Red Bull is also represented in the music arena, owing to Red Bull Media House. They collaborate with many well-known artists, one of which is Awolnation. In addition to the music industry, Media House is responsible for Red Bull TV Online, Red Bull Radio, and numerous other projects and products.
The US marketing buzz, in part driven by the Red Bull can cars, spun tales that were picked up by the press. Red Bull’s slogan “gives you wings” led newspaper reporters to print quotes from consumers like “You can get drunk and stay wide awake,” or even, albeit probably less desirable, “It’s the poor man’s cocaine.”
Red Bull is very well known for its crazy sports and entertainment marketing strategies, targeting young urban professionals. Their sponsorships and participation in extreme sporting events are widely recognized. They also broadcast their events online and on cable TV. No doubt, you’ve heard about their football teams or watched Flugtag – maybe you even took part in it!
It is also likely you’ve heard of the Red Bull Formula 1 race team – Aston Martin Red Bull Racing. To date, it is at 6th place with 58 race victories, making the team one of the most successful and envied among competitors.
Mentioned above, Flugtag is another thing that gives Red Bull’s marketing strategy a slight shade of insanity. This event lets brave and brainy competitors fly home-made, human-powered flying machines, sporting absolutely crazy designs. The machines are launched off the pier into the sea or other body of water. Although Flugtag is intended to “give wings” to the imagination, most competitors enter for the entertainment value only, and the flying machines rarely fly at all. This event is held annually worldwide.
Red Bull also sponsors olympic athletes such as Lindsey Vonn and Mikaela Shiffrin (Olympic gold medalists and World Cup alpine ski racers), Daniel Ricciardo (Formula 1 top racing driver), and another 500 world-class extreme sport athletes that compete in spectacular, and often record-breaking, events across the globe. In such a way, Red Bull’s name is associated with victory and success.
As you can see, rather than wasting marketing funds on the back cover of Sports Illustrated, the company spends money to be on the front. They turn the drink choice into a lifestyle decision. The results of the strong alignment between sponsoring extreme sporting events and selling products with an edge, enables Red Bull to remain the market leader in its category.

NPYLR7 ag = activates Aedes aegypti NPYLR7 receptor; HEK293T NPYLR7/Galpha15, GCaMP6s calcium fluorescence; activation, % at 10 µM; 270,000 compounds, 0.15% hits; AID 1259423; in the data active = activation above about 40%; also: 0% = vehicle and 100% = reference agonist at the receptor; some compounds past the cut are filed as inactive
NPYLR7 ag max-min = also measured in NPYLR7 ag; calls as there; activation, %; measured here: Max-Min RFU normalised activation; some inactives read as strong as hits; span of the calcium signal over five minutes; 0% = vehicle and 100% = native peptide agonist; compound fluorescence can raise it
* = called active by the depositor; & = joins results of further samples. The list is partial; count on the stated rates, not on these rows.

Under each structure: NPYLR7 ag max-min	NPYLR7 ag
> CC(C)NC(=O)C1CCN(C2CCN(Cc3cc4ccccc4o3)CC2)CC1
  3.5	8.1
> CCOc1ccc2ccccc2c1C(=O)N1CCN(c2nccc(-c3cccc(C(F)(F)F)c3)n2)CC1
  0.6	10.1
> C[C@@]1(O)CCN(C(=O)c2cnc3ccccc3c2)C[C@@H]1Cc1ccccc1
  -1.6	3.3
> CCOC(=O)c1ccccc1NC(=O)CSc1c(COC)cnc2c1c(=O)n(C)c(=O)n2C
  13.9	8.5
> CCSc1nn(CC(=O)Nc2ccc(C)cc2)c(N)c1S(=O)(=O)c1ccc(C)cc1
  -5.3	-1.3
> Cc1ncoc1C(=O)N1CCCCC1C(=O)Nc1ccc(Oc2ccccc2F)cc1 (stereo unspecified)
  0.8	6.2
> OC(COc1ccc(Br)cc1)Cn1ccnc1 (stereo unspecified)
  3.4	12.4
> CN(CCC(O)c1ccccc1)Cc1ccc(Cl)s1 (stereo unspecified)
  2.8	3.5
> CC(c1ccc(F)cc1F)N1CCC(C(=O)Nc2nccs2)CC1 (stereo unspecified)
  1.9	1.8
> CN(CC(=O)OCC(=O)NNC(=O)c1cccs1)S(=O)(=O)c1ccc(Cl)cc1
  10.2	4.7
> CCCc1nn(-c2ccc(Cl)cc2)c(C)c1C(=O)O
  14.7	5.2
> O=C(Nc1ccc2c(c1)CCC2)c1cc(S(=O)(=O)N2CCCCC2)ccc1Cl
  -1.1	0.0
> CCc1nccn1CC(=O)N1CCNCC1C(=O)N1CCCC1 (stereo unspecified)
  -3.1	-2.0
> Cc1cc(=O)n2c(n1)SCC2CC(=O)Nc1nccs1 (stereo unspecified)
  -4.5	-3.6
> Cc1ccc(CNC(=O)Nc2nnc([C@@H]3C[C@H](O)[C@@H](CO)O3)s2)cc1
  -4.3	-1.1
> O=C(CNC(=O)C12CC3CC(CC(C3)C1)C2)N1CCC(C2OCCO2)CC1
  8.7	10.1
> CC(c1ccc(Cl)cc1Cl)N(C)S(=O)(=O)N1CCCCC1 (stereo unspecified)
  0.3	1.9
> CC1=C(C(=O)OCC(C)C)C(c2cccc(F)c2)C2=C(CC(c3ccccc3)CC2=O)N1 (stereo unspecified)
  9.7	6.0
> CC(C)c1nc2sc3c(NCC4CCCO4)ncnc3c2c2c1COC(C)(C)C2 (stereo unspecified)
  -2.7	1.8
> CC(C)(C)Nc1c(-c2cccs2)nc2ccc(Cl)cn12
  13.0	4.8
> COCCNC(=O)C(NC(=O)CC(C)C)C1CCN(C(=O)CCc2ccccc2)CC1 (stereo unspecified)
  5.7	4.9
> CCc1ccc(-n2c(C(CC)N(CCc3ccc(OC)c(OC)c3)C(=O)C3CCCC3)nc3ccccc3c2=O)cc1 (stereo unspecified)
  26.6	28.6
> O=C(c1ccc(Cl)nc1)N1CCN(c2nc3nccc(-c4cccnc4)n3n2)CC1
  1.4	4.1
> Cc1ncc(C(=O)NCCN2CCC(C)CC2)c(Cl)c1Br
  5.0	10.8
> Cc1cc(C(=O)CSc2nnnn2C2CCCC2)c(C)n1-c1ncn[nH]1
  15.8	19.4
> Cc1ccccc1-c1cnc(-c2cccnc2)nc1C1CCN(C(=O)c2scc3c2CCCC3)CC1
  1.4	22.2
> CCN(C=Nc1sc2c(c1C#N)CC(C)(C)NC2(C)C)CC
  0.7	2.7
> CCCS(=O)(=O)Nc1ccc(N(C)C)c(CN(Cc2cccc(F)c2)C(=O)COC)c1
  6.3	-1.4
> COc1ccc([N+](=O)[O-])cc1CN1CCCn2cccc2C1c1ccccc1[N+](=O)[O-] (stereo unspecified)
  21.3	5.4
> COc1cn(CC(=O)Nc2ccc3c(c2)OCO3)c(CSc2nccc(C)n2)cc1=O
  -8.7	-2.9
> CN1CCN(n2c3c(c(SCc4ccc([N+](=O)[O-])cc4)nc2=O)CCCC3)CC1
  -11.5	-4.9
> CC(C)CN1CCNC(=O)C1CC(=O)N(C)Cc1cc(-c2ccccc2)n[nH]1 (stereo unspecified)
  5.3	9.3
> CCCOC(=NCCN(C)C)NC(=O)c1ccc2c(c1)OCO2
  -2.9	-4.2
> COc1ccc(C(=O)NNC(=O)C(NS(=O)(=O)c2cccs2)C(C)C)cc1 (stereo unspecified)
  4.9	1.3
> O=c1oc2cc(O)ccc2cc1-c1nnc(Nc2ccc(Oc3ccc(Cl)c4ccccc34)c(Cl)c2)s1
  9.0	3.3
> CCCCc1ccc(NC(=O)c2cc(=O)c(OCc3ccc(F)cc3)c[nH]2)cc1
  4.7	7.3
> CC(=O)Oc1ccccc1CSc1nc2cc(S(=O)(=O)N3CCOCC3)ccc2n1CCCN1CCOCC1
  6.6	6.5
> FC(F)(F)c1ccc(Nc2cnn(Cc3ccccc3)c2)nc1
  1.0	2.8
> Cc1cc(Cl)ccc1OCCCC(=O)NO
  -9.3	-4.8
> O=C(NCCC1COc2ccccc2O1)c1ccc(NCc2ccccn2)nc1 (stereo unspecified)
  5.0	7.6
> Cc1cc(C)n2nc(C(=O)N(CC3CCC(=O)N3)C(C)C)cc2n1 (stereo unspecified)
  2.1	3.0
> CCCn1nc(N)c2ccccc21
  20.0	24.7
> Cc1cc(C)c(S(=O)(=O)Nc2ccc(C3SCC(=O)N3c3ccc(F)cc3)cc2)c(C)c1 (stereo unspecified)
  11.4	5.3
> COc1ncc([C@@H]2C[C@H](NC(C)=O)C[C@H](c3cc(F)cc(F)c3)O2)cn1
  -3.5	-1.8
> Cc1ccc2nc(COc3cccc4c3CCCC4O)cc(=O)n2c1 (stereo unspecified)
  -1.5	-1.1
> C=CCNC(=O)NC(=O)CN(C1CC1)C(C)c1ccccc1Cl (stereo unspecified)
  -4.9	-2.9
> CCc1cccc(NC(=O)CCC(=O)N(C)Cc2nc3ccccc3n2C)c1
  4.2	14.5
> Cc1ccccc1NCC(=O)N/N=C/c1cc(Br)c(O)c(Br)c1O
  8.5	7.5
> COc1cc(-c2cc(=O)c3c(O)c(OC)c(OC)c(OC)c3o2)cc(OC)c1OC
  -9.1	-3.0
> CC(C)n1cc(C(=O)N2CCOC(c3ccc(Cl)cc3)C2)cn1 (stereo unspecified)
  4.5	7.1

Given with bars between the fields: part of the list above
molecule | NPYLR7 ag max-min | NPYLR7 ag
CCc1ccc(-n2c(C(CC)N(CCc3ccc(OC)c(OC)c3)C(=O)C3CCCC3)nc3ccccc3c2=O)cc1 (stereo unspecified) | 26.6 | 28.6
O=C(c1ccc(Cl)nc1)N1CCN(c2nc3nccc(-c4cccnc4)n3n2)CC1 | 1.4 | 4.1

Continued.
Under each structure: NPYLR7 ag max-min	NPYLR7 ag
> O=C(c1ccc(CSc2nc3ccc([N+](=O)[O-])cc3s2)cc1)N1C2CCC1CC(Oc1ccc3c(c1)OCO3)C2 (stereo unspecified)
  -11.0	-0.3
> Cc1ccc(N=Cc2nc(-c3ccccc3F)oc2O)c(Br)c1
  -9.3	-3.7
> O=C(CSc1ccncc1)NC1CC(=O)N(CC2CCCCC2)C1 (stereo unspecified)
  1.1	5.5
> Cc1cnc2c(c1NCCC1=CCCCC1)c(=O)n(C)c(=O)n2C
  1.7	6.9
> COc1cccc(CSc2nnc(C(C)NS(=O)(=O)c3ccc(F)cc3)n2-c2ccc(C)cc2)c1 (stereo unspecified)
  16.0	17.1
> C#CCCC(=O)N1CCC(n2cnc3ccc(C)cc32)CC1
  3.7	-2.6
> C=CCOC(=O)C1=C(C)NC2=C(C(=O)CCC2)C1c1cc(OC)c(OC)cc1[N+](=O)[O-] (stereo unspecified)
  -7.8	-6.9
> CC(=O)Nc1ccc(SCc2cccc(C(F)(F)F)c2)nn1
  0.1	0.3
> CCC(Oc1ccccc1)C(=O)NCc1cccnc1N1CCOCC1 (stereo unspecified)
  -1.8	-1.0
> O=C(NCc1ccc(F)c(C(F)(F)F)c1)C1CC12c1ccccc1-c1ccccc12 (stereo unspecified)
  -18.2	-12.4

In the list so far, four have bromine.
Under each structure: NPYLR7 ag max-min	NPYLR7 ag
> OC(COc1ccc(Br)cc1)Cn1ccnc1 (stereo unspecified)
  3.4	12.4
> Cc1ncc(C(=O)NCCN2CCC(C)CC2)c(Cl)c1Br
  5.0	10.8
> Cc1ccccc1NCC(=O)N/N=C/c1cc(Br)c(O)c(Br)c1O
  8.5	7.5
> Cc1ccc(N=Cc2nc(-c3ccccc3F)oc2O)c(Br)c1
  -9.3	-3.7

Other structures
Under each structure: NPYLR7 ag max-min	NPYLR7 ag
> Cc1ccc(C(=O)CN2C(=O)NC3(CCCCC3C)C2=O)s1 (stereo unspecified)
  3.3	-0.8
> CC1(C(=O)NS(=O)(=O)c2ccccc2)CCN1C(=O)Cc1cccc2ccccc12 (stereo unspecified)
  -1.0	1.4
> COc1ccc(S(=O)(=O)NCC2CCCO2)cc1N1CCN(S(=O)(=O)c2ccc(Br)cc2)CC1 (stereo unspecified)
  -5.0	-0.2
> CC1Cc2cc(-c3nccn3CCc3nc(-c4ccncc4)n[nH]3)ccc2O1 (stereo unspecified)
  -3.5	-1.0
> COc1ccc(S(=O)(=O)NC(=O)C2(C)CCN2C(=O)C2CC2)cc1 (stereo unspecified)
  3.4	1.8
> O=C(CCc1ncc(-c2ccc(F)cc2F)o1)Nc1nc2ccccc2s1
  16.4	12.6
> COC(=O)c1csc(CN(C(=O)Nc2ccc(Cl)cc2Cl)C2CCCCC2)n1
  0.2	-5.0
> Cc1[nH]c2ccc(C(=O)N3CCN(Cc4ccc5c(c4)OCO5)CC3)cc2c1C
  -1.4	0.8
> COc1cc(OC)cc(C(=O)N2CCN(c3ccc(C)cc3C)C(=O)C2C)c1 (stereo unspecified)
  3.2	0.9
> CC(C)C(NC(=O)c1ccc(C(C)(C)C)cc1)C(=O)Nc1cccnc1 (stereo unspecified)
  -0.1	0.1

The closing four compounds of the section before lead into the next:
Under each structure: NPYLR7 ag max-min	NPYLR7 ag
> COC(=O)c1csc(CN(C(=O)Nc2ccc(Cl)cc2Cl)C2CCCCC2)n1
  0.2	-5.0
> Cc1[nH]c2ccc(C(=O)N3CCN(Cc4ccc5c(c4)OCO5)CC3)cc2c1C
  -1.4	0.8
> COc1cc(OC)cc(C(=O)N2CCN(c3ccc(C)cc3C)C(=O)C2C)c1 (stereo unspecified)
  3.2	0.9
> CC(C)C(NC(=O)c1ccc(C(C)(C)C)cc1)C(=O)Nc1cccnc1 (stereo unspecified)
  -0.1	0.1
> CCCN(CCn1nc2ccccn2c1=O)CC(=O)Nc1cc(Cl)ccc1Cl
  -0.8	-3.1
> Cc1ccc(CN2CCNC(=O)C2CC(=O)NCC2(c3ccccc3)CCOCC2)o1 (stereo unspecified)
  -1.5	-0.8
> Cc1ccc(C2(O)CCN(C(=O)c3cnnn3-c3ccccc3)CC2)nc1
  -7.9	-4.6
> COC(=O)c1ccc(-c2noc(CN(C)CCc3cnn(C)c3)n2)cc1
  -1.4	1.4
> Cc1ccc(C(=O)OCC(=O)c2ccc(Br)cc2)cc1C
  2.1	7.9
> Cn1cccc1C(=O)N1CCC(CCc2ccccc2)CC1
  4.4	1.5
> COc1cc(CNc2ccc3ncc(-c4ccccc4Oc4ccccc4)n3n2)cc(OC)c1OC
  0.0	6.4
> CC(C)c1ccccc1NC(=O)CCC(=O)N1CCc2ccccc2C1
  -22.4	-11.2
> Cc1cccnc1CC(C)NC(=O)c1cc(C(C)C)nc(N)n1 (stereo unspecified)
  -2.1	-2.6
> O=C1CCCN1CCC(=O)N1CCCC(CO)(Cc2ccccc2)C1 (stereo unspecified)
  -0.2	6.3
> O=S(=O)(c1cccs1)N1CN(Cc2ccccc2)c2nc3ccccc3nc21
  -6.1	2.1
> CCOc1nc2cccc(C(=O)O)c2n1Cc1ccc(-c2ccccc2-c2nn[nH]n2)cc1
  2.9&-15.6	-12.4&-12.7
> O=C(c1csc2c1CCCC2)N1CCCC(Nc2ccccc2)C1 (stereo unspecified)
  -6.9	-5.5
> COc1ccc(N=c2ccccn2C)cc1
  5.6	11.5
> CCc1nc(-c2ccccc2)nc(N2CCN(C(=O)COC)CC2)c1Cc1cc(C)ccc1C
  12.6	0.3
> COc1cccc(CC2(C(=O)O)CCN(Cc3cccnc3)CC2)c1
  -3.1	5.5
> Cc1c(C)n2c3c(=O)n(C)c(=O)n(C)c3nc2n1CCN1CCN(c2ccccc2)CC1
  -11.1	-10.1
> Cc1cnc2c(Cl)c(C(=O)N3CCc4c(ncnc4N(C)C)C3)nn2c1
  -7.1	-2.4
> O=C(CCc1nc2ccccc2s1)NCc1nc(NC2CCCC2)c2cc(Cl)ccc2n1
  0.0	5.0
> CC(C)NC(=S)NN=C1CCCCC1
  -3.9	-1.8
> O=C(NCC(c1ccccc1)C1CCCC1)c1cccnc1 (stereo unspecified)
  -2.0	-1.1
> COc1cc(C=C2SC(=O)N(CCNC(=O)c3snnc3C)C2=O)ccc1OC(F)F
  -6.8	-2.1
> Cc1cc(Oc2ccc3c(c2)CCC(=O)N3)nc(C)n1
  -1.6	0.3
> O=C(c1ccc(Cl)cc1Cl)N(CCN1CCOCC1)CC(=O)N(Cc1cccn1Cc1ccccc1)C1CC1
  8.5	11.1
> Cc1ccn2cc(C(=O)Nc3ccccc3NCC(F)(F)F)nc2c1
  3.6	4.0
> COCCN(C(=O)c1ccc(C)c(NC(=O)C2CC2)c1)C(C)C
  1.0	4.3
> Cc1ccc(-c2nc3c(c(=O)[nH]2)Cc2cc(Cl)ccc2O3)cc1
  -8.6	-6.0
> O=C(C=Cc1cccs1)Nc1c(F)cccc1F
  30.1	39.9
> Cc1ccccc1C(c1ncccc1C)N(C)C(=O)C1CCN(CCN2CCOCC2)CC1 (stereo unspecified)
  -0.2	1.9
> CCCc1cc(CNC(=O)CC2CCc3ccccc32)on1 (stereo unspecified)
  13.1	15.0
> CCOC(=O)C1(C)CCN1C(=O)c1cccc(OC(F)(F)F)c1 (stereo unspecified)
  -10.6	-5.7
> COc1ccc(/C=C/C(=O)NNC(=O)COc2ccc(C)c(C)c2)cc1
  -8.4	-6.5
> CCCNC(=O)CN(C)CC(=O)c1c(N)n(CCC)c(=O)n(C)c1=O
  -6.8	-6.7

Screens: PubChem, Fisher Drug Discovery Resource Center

Through the sponsorship and ownership of extreme sports teams, Red Bull continuously engages with the customer in a deeper way than traditional advertising ever could. This allows its customers to feel active and intense, by drinking from a can that bares the same logo as a Formula 1 car, a skateboard, and a record-breaking parachute. To enhance this interaction, Red Bull often sells energy drinks on the site of the events it hosts or sponsors. Their strategy is focused not on promoting the popular energy drink, but creating a brand that embodies a distinct lifestyle and audience. And all their marketing efforts are aimed to serve this: promoting the brand and the lifestyle via top athletes that deliver the most impressive results.
Marketing is a vital part of virtually any business activity, and Red Bull knows it far too well. So, how much does it cost to build such a strong brand value with such brilliant marketing?
Since Red Bull is a privately-held company, it is not required to report its revenues and outcomes, so it is impossible to get accurate figures. However, there are some facts, on the basis of which, we can make assumptions.
It is estimated that Red Bull spends about a billion dollars annually. Impressive, isn’t it? Nearly ⅓ of Red Bull’s marketing budget is spent on Formula 1 racing, representing approximately $350 million annually. Therefore, they still have $650 million left, which essentially means the company can spend $1.78 million daily. Although, it is important to recall that in addition to Formula 1, Red Bull also sponsors several events and athletes worldwide. Therefore, we can see the total sum is easily justifiable.
We develop optimized
Revenue Streams: How Does Red Bull Make Money
Well, reading about marketing expenses may leave you wondering – if the brand can afford such expense, how much is their revenue, and what do they get it from? Let’s look at Red Bull revenue streams in more detail.
The revenue streams at this company appear to be numerous! Red Bull is not just an energy drink, and hasn’t been for many years. We already know they also have a hand in professional sports, music, and other media areas. Nevertheless, the overwhelming revenue driver, to this day, remains beverage sales, representing approximately 97% of its whole earnings. Red Bull explicitly mentions “outstanding sales” and “ongoing brand investment”, which indicates that the other activities are losses, not revenue streams. If you’re curious about accurate figures. Red Bull GmbH grossed $7.4 billion in 2017.
What is the secret of Red Bull’s phenomenal success? It is not easy for any company to stay dominant in a saturated market. However, this brand has succeeded due to its brave, impertinent, and creative approach to business as a retail entrepreneur.
We thought you might also find the following facts about Red Bull interesting:
- 1. Red Bull employees have been reimbursed for taking flying lessons.
- 2. There is a limited Red Bull beverage edition that is available only for Formula1 VIPs. It is grapefruit flavored.
- 3. The logo on the Red Bull cans are not cattle, but a type of a bovine called a “gaur”.
- 4. In 2012, Red Bull Stratos Austrian skydiver Felix Baumgartner jumped from the stratosphere. The total flight took around 10 minutes, and it cost nearly 50 million dollars.
- 5. In 2017, the company sold over 6.3 billion cans, and employed more than 12,000 people around the world.
- 6. To date, there is a rumor that taurine is made from bull’s testicles. Certainly, it is not true.
- 7. Dietrich Mateschitz reportedly drinks up to 10 cans of Red Bull daily.